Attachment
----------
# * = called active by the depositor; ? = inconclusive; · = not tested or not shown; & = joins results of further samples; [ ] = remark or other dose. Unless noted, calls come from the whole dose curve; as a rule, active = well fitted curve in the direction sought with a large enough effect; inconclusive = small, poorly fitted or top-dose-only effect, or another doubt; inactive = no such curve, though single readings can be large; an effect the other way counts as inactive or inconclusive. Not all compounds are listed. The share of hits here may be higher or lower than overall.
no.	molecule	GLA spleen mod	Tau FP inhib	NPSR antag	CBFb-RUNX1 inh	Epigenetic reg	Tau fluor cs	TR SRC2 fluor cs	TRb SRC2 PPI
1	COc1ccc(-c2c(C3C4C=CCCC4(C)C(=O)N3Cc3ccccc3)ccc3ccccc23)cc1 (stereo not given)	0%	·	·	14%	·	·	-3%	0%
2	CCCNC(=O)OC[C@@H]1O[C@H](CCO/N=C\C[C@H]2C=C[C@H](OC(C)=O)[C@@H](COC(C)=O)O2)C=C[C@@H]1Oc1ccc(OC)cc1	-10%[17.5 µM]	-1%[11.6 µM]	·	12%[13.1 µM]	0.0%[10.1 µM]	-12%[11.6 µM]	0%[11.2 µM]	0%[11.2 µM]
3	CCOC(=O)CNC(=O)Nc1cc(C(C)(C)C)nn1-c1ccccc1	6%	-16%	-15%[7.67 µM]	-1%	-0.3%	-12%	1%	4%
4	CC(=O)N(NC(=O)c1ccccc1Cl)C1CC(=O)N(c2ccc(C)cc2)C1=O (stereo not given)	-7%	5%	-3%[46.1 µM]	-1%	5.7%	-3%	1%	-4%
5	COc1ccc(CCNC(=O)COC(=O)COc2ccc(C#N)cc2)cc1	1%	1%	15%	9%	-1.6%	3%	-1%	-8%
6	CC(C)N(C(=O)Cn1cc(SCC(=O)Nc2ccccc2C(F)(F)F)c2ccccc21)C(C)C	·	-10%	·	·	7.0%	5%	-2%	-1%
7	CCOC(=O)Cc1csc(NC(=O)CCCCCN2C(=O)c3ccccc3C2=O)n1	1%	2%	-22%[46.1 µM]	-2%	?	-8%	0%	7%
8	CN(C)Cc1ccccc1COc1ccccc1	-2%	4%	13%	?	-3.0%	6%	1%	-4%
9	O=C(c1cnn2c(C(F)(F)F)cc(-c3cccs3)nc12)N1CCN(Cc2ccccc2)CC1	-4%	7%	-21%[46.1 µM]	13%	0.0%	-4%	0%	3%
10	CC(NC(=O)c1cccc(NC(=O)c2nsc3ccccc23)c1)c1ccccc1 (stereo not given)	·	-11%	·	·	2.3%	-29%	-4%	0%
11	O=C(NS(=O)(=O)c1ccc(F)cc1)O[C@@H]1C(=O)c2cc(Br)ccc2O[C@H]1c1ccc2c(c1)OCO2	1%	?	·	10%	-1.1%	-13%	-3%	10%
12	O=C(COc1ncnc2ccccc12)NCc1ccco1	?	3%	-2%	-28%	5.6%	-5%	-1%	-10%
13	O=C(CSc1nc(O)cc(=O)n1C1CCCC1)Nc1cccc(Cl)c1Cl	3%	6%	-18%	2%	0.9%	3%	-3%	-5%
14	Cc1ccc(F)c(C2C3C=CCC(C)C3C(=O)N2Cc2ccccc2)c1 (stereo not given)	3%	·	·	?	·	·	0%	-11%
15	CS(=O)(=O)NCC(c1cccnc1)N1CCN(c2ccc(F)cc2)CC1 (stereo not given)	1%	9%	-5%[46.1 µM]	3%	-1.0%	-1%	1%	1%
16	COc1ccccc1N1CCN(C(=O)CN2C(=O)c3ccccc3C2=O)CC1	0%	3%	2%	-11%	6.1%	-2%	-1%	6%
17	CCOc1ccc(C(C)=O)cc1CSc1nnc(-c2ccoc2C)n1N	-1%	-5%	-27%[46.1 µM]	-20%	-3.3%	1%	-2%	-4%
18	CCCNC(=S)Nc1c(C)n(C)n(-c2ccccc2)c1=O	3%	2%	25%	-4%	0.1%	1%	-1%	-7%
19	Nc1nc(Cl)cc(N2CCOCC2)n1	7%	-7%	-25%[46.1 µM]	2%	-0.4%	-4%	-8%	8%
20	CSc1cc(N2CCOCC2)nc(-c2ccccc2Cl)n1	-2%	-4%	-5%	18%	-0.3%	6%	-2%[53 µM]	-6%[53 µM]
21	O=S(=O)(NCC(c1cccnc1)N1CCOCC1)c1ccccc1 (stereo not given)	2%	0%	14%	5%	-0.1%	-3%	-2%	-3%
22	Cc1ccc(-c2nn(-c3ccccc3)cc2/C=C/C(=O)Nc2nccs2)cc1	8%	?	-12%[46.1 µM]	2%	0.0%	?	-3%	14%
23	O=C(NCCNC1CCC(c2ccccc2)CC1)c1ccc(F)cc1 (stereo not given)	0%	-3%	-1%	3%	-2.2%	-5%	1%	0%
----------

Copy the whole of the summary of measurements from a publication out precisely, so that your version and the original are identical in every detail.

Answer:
# * = called active by the depositor; ? = inconclusive; · = not tested or not shown; & = joins results of further samples; [ ] = remark or other dose. Unless noted, calls come from the whole dose curve; as a rule, active = well fitted curve in the direction sought with a large enough effect; inconclusive = small, poorly fitted or top-dose-only effect, or another doubt; inactive = no such curve, though single readings can be large; an effect the other way counts as inactive or inconclusive. Not all compounds are listed. The share of hits here may be higher or lower than overall.
no.	molecule	GLA spleen mod	Tau FP inhib	NPSR antag	CBFb-RUNX1 inh	Epigenetic reg	Tau fluor cs	TR SRC2 fluor cs	TRb SRC2 PPI
1	COc1ccc(-c2c(C3C4C=CCCC4(C)C(=O)N3Cc3ccccc3)ccc3ccccc23)cc1 (stereo not given)	0%	·	·	14%	·	·	-3%	0%
2	CCCNC(=O)OC[C@@H]1O[C@H](CCO/N=C\C[C@H]2C=C[C@H](OC(C)=O)[C@@H](COC(C)=O)O2)C=C[C@@H]1Oc1ccc(OC)cc1	-10%[17.5 µM]	-1%[11.6 µM]	·	12%[13.1 µM]	0.0%[10.1 µM]	-12%[11.6 µM]	0%[11.2 µM]	0%[11.2 µM]
3	CCOC(=O)CNC(=O)Nc1cc(C(C)(C)C)nn1-c1ccccc1	6%	-16%	-15%[7.67 µM]	-1%	-0.3%	-12%	1%	4%
4	CC(=O)N(NC(=O)c1ccccc1Cl)C1CC(=O)N(c2ccc(C)cc2)C1=O (stereo not given)	-7%	5%	-3%[46.1 µM]	-1%	5.7%	-3%	1%	-4%
5	COc1ccc(CCNC(=O)COC(=O)COc2ccc(C#N)cc2)cc1	1%	1%	15%	9%	-1.6%	3%	-1%	-8%
6	CC(C)N(C(=O)Cn1cc(SCC(=O)Nc2ccccc2C(F)(F)F)c2ccccc21)C(C)C	·	-10%	·	·	7.0%	5%	-2%	-1%
7	CCOC(=O)Cc1csc(NC(=O)CCCCCN2C(=O)c3ccccc3C2=O)n1	1%	2%	-22%[46.1 µM]	-2%	?	-8%	0%	7%
8	CN(C)Cc1ccccc1COc1ccccc1	-2%	4%	13%	?	-3.0%	6%	1%	-4%
9	O=C(c1cnn2c(C(F)(F)F)cc(-c3cccs3)nc12)N1CCN(Cc2ccccc2)CC1	-4%	7%	-21%[46.1 µM]	13%	0.0%	-4%	0%	3%
10	CC(NC(=O)c1cccc(NC(=O)c2nsc3ccccc23)c1)c1ccccc1 (stereo not given)	·	-11%	·	·	2.3%	-29%	-4%	0%
11	O=C(NS(=O)(=O)c1ccc(F)cc1)O[C@@H]1C(=O)c2cc(Br)ccc2O[C@H]1c1ccc2c(c1)OCO2	1%	?	·	10%	-1.1%	-13%	-3%	10%
12	O=C(COc1ncnc2ccccc12)NCc1ccco1	?	3%	-2%	-28%	5.6%	-5%	-1%	-10%
13	O=C(CSc1nc(O)cc(=O)n1C1CCCC1)Nc1cccc(Cl)c1Cl	3%	6%	-18%	2%	0.9%	3%	-3%	-5%
14	Cc1ccc(F)c(C2C3C=CCC(C)C3C(=O)N2Cc2ccccc2)c1 (stereo not given)	3%	·	·	?	·	·	0%	-11%
15	CS(=O)(=O)NCC(c1cccnc1)N1CCN(c2ccc(F)cc2)CC1 (stereo not given)	1%	9%	-5%[46.1 µM]	3%	-1.0%	-1%	1%	1%
16	COc1ccccc1N1CCN(C(=O)CN2C(=O)c3ccccc3C2=O)CC1	0%	3%	2%	-11%	6.1%	-2%	-1%	6%
17	CCOc1ccc(C(C)=O)cc1CSc1nnc(-c2ccoc2C)n1N	-1%	-5%	-27%[46.1 µM]	-20%	-3.3%	1%	-2%	-4%
18	CCCNC(=S)Nc1c(C)n(C)n(-c2ccccc2)c1=O	3%	2%	25%	-4%	0.1%	1%	-1%	-7%
19	Nc1nc(Cl)cc(N2CCOCC2)n1	7%	-7%	-25%[46.1 µM]	2%	-0.4%	-4%	-8%	8%
20	CSc1cc(N2CCOCC2)nc(-c2ccccc2Cl)n1	-2%	-4%	-5%	18%	-0.3%	6%	-2%[53 µM]	-6%[53 µM]
21	O=S(=O)(NCC(c1cccnc1)N1CCOCC1)c1ccccc1 (stereo not given)	2%	0%	14%	5%	-0.1%	-3%	-2%	-3%
22	Cc1ccc(-c2nn(-c3ccccc3)cc2/C=C/C(=O)Nc2nccs2)cc1	8%	?	-12%[46.1 µM]	2%	0.0%	?	-3%	14%
23	O=C(NCCNC1CCC(c2ccccc2)CC1)c1ccc(F)cc1 (stereo not given)	0%	-3%	-1%	3%	-2.2%	-5%	1%	0%